On January 19, Tarrant County mailed overseas and military ballots for the March 6 primary. These ballots included the names of both Brandt and Lopez as candidates for Tarrant County Justice of the Peace, Precinct Three. On that same day, January 19, Lopez filed a new original proceeding with the Second Court of Appeals in Fort Worth challenging whether O'Hare exceeded his authority by failing to declare Brandt as ineligible. Six of the seven justices of the Second Court of Appeals recused themselves. On January 26, the Texas Supreme Court transferred Lopez's original proceeding to this Court. See In re Lenny Lopez, No. 18-9016 (Tex. Jan. 26, 2018) (Order). This proceeding followed, in which Lopez contends that O'Hare violated his duty to notify the Texas Secretary of State that Brandt's name should be removed from the Tarrant County, Precinct Three ballot.3

AVAILABILITY OF MANDAMUS

Mandamus is an extraordinary remedy. In re Sw. Bell Tel. Co., L.P., 235 S.W.3d 619, 623 (Tex. 2007) (orig. proceeding). Mandamus will issue only to correct a clear abuse of discretion for which the relator has no adequate remedy by appeal. In re Prudential Ins. Co. of Am., 148 S.W.3d 124, 135-36 (Tex. 2004) (orig. proceeding). Section 273.061 of the Texas Election Code authorizes the supreme court and courts of appeals to issue writs of mandamus to compel the performance of any duty imposed by law in connection with holding an election or political party convention. TEX. ELEC. CODE ANN. § 273.061 (West 2003). The purpose of mandamus is to compel a public official, which includes the Republican Party Chairman, to perform a particular duty or refrain from an unauthorized act. See Turner v. Pruitt, 161 Tex. 532, 342 S.W.2d 422, 423 (1961); see also TEX. ELEC. CODE ANN. § 161.009 (West 2010). “A court will not grant a writ of mandamus unless it is convinced that the issuance of such a writ will effectively achieve the purpose sought by appellant.” Econ. Opportunities Dev. Corp. v. Bustamante, 562 S.W.2d 266, 267 (Tex. Civ. App.—San Antonio 1978, writ dism'd).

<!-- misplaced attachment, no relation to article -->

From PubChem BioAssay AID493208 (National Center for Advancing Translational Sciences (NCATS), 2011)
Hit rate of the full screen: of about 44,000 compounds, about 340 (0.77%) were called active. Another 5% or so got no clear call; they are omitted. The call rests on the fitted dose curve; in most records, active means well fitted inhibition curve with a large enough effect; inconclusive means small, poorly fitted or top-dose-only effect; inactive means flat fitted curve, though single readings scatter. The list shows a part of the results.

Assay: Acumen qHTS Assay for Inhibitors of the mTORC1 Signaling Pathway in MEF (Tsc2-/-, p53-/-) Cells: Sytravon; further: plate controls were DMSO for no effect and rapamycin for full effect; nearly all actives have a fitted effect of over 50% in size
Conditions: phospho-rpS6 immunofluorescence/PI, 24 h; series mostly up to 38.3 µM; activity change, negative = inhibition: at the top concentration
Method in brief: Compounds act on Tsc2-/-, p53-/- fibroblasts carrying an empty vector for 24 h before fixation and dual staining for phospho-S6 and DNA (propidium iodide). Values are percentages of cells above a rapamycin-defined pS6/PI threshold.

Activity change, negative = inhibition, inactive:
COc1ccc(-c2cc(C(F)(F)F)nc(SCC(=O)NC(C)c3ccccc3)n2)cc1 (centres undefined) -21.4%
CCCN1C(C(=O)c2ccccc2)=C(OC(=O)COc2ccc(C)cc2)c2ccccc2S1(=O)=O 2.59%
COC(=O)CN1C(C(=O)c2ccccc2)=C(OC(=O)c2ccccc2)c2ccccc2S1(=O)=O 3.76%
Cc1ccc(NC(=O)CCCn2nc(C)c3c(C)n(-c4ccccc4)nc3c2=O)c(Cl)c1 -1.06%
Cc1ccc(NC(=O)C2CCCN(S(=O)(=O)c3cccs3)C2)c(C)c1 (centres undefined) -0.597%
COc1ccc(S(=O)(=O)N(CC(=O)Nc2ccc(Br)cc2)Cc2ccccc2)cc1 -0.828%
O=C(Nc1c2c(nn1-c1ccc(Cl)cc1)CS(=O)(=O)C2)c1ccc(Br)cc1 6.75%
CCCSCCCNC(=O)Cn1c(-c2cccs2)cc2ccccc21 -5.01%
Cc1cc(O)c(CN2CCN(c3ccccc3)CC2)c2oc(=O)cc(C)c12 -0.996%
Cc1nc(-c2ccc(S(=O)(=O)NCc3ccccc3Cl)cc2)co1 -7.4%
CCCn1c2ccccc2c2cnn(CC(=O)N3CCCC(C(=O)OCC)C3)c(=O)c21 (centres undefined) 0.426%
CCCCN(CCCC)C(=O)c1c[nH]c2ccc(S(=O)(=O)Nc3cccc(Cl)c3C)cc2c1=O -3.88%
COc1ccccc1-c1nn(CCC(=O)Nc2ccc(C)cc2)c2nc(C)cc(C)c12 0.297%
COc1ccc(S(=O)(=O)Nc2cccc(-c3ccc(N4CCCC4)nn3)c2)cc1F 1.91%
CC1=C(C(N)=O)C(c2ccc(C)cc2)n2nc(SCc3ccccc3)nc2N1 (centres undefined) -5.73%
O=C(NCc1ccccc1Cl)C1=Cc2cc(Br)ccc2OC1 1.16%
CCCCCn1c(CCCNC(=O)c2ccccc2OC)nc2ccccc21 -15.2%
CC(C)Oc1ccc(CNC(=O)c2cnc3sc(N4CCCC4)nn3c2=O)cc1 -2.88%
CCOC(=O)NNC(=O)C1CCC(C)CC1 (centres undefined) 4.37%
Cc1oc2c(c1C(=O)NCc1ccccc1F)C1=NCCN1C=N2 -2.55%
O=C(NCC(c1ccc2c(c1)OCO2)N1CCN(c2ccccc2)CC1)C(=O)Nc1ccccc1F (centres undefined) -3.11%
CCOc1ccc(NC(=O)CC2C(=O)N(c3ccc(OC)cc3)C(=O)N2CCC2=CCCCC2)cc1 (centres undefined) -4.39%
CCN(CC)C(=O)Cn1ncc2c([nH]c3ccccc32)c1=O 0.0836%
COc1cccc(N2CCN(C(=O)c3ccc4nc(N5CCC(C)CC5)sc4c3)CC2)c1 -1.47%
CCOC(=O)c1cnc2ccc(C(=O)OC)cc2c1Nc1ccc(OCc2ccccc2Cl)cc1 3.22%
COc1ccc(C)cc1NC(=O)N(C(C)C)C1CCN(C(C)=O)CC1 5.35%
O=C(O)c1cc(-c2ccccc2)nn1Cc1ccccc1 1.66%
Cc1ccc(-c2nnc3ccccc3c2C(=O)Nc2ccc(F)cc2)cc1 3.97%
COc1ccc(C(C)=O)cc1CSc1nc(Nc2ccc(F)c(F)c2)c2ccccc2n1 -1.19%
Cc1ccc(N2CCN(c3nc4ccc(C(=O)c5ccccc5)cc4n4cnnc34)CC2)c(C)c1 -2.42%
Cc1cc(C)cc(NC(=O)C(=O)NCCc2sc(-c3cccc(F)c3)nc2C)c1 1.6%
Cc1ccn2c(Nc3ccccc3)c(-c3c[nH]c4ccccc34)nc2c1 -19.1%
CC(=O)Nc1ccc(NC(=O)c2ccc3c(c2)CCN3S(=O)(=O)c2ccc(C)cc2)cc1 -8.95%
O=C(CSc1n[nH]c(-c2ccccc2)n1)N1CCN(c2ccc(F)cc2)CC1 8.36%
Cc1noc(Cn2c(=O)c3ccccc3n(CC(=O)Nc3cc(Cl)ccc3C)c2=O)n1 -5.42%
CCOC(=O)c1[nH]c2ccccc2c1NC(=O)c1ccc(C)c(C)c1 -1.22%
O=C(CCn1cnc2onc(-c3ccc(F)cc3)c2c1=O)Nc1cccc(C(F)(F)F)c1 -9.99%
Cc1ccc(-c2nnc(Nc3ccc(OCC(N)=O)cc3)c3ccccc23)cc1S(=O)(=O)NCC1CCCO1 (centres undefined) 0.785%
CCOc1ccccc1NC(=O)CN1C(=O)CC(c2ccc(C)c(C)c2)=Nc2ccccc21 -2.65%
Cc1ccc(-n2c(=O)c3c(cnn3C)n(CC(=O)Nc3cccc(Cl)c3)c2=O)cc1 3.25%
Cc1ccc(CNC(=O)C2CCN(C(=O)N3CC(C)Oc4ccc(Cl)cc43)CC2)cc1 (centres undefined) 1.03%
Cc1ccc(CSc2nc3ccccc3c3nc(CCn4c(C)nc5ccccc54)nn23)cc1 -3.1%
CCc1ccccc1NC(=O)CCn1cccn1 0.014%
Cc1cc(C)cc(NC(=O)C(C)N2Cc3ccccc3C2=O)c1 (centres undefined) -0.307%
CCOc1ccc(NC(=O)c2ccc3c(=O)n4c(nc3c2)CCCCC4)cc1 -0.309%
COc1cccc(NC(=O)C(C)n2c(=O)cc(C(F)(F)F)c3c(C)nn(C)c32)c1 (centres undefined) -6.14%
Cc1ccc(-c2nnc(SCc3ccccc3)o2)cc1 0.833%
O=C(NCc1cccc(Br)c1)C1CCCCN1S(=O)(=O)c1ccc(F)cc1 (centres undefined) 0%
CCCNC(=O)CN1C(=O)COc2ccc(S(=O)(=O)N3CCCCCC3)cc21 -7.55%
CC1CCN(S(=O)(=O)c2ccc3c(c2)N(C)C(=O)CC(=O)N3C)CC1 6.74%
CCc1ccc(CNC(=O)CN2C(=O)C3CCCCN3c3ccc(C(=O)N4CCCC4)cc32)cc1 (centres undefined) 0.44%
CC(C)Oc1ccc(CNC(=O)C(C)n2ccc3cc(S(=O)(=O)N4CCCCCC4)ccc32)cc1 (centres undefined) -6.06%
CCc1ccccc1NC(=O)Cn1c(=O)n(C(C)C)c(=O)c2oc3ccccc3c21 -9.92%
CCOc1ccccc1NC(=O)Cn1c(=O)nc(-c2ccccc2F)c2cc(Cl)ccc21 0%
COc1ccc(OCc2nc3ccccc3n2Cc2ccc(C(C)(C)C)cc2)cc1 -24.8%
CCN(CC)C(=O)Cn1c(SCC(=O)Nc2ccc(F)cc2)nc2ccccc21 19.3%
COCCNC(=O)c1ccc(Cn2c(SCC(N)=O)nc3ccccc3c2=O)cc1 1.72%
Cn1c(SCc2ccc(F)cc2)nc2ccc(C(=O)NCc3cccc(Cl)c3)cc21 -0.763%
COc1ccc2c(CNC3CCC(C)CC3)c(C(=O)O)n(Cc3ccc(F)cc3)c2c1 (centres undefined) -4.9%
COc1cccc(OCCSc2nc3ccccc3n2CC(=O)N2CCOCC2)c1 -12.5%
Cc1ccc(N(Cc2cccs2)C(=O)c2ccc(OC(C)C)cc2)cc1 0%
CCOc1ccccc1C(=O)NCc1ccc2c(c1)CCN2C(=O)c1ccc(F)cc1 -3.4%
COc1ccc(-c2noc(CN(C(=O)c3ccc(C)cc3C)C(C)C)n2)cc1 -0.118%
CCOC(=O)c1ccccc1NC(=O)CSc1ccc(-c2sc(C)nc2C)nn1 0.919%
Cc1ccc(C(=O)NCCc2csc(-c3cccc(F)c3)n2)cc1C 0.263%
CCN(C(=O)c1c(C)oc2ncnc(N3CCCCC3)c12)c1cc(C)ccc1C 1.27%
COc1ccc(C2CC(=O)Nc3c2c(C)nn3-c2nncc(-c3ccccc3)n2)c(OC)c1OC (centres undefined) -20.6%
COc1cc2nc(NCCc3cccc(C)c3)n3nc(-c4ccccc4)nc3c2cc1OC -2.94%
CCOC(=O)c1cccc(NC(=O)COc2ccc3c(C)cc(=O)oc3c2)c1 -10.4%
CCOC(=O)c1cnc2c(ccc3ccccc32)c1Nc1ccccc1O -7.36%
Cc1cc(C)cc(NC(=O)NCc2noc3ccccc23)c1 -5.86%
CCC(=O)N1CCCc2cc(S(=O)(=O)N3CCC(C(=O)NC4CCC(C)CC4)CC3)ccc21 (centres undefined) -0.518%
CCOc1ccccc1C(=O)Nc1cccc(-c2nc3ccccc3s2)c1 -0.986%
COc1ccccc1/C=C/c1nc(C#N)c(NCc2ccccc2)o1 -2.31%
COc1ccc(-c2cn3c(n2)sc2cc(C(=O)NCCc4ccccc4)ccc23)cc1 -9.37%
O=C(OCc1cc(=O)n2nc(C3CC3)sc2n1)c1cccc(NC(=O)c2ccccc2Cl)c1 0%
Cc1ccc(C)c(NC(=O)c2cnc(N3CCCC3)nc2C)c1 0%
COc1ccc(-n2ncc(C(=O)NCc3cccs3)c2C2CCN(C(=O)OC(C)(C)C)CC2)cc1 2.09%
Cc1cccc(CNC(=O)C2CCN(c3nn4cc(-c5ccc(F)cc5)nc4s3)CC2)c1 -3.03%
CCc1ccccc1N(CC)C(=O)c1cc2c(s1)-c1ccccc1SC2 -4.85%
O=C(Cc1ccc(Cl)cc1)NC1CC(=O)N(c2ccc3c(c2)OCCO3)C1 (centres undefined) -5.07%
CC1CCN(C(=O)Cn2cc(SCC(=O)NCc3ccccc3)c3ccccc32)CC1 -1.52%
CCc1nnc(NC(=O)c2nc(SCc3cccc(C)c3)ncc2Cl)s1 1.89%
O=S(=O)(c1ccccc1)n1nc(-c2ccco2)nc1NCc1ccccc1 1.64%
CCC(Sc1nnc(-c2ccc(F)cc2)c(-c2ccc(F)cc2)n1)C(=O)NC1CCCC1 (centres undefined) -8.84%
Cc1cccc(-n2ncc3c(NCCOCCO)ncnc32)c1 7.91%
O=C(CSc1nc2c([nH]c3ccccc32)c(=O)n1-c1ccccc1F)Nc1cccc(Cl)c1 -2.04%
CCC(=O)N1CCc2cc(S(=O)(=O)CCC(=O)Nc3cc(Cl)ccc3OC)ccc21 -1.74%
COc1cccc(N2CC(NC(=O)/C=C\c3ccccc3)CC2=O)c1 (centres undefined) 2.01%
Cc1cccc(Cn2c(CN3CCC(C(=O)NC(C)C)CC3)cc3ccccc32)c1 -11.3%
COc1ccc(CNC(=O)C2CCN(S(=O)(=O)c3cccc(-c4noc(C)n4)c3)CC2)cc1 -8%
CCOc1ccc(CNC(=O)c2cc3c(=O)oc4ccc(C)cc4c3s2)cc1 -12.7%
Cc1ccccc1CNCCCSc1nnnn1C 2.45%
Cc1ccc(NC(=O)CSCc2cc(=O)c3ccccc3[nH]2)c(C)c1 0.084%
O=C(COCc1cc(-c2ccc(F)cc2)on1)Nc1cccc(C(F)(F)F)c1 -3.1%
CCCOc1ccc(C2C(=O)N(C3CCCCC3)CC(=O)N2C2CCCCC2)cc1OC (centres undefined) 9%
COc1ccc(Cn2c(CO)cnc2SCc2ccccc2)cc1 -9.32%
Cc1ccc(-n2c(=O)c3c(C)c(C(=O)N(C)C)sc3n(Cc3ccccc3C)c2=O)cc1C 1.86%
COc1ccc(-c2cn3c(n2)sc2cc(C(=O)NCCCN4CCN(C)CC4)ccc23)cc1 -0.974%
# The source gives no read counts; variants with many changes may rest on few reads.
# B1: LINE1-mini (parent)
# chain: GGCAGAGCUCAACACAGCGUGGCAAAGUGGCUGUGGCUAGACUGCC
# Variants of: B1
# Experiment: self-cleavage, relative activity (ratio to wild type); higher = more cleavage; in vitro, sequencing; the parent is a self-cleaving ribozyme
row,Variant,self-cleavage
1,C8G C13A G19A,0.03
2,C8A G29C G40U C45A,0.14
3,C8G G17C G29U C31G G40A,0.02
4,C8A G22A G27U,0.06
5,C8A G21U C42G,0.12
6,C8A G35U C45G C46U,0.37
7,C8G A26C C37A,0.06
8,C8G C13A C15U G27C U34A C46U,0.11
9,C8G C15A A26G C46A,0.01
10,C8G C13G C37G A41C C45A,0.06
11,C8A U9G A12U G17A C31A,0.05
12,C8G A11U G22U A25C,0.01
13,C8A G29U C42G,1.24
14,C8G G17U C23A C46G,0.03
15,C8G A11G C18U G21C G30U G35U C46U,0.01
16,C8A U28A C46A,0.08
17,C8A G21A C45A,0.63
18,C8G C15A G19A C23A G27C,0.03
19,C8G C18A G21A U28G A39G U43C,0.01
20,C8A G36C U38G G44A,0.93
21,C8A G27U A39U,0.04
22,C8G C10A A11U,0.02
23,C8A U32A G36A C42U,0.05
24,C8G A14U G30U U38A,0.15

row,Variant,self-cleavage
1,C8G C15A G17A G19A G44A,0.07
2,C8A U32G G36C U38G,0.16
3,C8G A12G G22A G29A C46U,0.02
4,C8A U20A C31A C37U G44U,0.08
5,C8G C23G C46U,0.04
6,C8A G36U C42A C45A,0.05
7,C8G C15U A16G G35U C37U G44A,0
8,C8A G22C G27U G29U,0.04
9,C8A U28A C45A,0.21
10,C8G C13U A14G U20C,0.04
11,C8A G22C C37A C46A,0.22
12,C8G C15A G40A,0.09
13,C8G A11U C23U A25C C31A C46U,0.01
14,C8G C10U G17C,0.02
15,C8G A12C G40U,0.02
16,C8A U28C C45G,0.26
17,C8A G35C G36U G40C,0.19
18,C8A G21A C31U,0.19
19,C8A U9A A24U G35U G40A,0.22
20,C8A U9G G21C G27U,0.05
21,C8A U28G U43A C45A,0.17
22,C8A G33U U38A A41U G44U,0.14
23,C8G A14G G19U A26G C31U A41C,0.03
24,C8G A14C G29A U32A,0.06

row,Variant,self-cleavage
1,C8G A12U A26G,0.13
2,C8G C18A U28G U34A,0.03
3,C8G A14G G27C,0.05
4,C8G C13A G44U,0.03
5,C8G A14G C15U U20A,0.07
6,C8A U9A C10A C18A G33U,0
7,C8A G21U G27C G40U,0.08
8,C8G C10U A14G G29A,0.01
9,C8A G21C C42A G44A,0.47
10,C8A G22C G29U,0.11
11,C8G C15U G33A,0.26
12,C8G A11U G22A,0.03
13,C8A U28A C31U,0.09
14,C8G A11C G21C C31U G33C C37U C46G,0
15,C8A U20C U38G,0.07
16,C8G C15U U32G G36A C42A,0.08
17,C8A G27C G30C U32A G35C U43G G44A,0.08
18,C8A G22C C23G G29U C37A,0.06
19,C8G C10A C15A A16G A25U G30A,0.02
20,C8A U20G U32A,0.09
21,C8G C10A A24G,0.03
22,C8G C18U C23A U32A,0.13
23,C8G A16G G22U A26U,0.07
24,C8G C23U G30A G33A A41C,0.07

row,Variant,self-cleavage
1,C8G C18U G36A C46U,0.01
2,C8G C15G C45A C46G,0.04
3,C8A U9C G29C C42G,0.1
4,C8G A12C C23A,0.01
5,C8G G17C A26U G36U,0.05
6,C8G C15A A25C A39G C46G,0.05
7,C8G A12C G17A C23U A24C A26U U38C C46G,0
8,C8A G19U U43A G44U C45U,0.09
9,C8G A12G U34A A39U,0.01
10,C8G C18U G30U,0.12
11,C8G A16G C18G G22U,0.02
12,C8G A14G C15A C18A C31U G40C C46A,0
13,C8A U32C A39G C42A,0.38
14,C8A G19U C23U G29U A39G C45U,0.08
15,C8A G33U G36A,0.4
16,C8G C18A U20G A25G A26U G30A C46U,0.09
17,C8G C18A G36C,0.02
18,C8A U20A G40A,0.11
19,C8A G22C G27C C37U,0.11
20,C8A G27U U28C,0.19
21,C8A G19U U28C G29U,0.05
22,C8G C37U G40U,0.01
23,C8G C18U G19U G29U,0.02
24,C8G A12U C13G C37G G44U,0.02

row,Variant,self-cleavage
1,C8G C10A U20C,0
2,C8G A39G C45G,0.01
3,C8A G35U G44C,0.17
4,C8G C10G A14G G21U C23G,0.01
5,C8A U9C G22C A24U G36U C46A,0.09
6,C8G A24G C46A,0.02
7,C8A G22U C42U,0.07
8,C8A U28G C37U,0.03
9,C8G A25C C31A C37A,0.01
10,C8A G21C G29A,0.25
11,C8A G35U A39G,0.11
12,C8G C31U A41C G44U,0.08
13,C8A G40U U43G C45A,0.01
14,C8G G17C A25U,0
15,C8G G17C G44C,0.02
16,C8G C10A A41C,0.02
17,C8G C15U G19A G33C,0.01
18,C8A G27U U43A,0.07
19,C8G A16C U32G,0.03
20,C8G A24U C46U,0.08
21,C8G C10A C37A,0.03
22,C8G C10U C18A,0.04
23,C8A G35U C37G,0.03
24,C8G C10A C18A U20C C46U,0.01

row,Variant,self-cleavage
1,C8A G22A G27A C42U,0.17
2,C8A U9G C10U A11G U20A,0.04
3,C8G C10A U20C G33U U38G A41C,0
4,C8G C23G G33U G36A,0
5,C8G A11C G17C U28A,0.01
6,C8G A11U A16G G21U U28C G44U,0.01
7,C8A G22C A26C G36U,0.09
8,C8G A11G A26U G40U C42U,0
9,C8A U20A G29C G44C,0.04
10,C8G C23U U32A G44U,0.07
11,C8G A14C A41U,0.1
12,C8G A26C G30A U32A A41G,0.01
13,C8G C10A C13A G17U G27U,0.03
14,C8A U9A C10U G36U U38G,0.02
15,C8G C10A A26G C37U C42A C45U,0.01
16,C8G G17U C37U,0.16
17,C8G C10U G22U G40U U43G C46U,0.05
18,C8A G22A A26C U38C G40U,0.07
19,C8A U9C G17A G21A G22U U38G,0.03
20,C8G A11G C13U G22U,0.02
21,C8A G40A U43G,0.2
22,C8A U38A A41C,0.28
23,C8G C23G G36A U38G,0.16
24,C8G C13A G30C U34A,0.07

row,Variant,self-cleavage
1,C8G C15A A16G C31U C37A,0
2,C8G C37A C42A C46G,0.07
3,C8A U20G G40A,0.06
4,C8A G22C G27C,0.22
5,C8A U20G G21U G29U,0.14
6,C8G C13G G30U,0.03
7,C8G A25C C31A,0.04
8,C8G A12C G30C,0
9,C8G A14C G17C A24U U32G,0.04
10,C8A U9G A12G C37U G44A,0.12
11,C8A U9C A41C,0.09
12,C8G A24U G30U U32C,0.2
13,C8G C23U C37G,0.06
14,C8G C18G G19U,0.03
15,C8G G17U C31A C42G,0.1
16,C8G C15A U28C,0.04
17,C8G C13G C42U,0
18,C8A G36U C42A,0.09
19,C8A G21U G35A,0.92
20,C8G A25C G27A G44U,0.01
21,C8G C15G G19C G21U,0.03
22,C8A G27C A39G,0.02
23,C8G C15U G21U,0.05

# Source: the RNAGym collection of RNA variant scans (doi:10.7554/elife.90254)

MOOTNESS

In response to Lopez's petition for writ of mandamus, O'Hare and Brandt contend that this original proceeding is moot and therefore this Court lacks subject-matter jurisdiction to grant the relief requested by Lopez. Accordingly, we address the jurisdictional issue first.

Standard of Review and Applicable Law

“Subject-matter jurisdiction concerns a court's power over cases.” Reata Constr. Corp. v. City of Dallas, 197 S.W.3d 371, 379 (Tex. 2006) (Brister, J., concurring). “Subject-matter jurisdiction is essential to a court's power to decide a case.” City of Houston v. Rhule, 417 S.W.3d 440, 442 (Tex. 2013) (quoting Bland Indep. Sch. Dist. v. Blue, 34 S.W.3d 547, 553-54 (Tex. 2000)). “It stems from the doctrine of separation of powers, and aims to keep the judiciary from encroaching on subjects properly belonging to another branch of government.” Reata, 197 S.W.3d at 379. Subject-matter jurisdiction is a question of law we review de novo. City of Houston, 417 S.W.3d at 442.